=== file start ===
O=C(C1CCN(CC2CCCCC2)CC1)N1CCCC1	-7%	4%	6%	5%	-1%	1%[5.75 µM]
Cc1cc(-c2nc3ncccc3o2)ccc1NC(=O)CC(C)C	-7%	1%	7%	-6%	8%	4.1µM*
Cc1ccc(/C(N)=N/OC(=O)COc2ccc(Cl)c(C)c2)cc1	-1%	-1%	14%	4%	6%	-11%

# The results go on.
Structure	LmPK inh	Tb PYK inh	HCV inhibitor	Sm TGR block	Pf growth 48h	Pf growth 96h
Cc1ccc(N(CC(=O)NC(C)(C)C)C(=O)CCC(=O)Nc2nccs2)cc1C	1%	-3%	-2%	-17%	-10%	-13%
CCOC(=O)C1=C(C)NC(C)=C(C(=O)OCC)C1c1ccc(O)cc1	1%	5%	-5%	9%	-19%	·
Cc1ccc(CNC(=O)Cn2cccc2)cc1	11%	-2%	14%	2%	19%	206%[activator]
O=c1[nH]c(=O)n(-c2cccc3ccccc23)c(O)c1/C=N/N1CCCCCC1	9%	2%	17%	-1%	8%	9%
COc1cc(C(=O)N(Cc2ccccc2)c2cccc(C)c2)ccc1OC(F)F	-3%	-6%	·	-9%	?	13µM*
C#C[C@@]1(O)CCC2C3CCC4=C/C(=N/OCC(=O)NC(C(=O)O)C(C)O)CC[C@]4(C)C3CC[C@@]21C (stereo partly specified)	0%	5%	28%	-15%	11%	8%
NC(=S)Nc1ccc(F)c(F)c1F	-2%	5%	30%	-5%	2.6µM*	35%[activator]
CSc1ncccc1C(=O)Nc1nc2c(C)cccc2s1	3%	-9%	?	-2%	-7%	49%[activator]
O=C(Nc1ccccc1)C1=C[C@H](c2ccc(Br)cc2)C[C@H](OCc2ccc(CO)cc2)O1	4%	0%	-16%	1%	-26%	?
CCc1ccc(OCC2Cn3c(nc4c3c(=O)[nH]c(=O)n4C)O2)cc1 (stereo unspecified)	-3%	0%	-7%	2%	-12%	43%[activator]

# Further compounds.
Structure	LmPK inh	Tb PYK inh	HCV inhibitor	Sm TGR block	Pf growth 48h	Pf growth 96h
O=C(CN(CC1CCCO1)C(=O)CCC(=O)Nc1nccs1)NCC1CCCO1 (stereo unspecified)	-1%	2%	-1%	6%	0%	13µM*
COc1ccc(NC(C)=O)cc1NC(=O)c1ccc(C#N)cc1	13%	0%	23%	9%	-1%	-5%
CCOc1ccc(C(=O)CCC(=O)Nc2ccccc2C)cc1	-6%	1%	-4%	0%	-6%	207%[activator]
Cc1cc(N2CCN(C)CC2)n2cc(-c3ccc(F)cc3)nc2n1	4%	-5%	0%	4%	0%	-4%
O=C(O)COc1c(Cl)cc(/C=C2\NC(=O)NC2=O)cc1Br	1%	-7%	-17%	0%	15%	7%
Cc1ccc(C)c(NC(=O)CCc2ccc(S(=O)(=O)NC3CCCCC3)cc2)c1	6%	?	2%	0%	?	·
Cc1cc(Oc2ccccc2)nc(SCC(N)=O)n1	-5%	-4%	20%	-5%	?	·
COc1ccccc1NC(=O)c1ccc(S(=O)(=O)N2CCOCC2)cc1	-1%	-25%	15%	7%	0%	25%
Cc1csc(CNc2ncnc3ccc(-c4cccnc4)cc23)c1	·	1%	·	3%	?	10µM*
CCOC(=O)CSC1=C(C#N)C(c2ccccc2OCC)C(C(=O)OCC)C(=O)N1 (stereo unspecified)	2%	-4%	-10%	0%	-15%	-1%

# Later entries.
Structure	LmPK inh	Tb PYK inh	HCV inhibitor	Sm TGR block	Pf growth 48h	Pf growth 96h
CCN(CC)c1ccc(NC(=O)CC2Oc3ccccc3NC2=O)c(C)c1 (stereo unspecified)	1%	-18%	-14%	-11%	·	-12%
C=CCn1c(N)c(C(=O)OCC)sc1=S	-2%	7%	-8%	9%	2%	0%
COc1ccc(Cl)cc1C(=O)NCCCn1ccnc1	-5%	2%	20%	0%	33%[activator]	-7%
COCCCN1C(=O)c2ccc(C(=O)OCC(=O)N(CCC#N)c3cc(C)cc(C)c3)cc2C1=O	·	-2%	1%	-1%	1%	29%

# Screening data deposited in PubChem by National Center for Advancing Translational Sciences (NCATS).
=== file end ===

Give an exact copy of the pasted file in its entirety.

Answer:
O=C(C1CCN(CC2CCCCC2)CC1)N1CCCC1	-7%	4%	6%	5%	-1%	1%[5.75 µM]
Cc1cc(-c2nc3ncccc3o2)ccc1NC(=O)CC(C)C	-7%	1%	7%	-6%	8%	4.1µM*
Cc1ccc(/C(N)=N/OC(=O)COc2ccc(Cl)c(C)c2)cc1	-1%	-1%	14%	4%	6%	-11%

# The results go on.
Structure	LmPK inh	Tb PYK inh	HCV inhibitor	Sm TGR block	Pf growth 48h	Pf growth 96h
Cc1ccc(N(CC(=O)NC(C)(C)C)C(=O)CCC(=O)Nc2nccs2)cc1C	1%	-3%	-2%	-17%	-10%	-13%
CCOC(=O)C1=C(C)NC(C)=C(C(=O)OCC)C1c1ccc(O)cc1	1%	5%	-5%	9%	-19%	·
Cc1ccc(CNC(=O)Cn2cccc2)cc1	11%	-2%	14%	2%	19%	206%[activator]
O=c1[nH]c(=O)n(-c2cccc3ccccc23)c(O)c1/C=N/N1CCCCCC1	9%	2%	17%	-1%	8%	9%
COc1cc(C(=O)N(Cc2ccccc2)c2cccc(C)c2)ccc1OC(F)F	-3%	-6%	·	-9%	?	13µM*
C#C[C@@]1(O)CCC2C3CCC4=C/C(=N/OCC(=O)NC(C(=O)O)C(C)O)CC[C@]4(C)C3CC[C@@]21C (stereo partly specified)	0%	5%	28%	-15%	11%	8%
NC(=S)Nc1ccc(F)c(F)c1F	-2%	5%	30%	-5%	2.6µM*	35%[activator]
CSc1ncccc1C(=O)Nc1nc2c(C)cccc2s1	3%	-9%	?	-2%	-7%	49%[activator]
O=C(Nc1ccccc1)C1=C[C@H](c2ccc(Br)cc2)C[C@H](OCc2ccc(CO)cc2)O1	4%	0%	-16%	1%	-26%	?
CCc1ccc(OCC2Cn3c(nc4c3c(=O)[nH]c(=O)n4C)O2)cc1 (stereo unspecified)	-3%	0%	-7%	2%	-12%	43%[activator]

# Further compounds.
Structure	LmPK inh	Tb PYK inh	HCV inhibitor	Sm TGR block	Pf growth 48h	Pf growth 96h
O=C(CN(CC1CCCO1)C(=O)CCC(=O)Nc1nccs1)NCC1CCCO1 (stereo unspecified)	-1%	2%	-1%	6%	0%	13µM*
COc1ccc(NC(C)=O)cc1NC(=O)c1ccc(C#N)cc1	13%	0%	23%	9%	-1%	-5%
CCOc1ccc(C(=O)CCC(=O)Nc2ccccc2C)cc1	-6%	1%	-4%	0%	-6%	207%[activator]
Cc1cc(N2CCN(C)CC2)n2cc(-c3ccc(F)cc3)nc2n1	4%	-5%	0%	4%	0%	-4%
O=C(O)COc1c(Cl)cc(/C=C2\NC(=O)NC2=O)cc1Br	1%	-7%	-17%	0%	15%	7%
Cc1ccc(C)c(NC(=O)CCc2ccc(S(=O)(=O)NC3CCCCC3)cc2)c1	6%	?	2%	0%	?	·
Cc1cc(Oc2ccccc2)nc(SCC(N)=O)n1	-5%	-4%	20%	-5%	?	·
COc1ccccc1NC(=O)c1ccc(S(=O)(=O)N2CCOCC2)cc1	-1%	-25%	15%	7%	0%	25%
Cc1csc(CNc2ncnc3ccc(-c4cccnc4)cc23)c1	·	1%	·	3%	?	10µM*
CCOC(=O)CSC1=C(C#N)C(c2ccccc2OCC)C(C(=O)OCC)C(=O)N1 (stereo unspecified)	2%	-4%	-10%	0%	-15%	-1%

# Later entries.
Structure	LmPK inh	Tb PYK inh	HCV inhibitor	Sm TGR block	Pf growth 48h	Pf growth 96h
CCN(CC)c1ccc(NC(=O)CC2Oc3ccccc3NC2=O)c(C)c1 (stereo unspecified)	1%	-18%	-14%	-11%	·	-12%
C=CCn1c(N)c(C(=O)OCC)sc1=S	-2%	7%	-8%	9%	2%	0%
COc1ccc(Cl)cc1C(=O)NCCCn1ccnc1	-5%	2%	20%	0%	33%[activator]	-7%
COCCCN1C(=O)c2ccc(C(=O)OCC(=O)N(CCC#N)c3cc(C)cc(C)c3)cc2C1=O	·	-2%	1%	-1%	1%	29%

# Screening data deposited in PubChem by National Center for Advancing Translational Sciences (NCATS).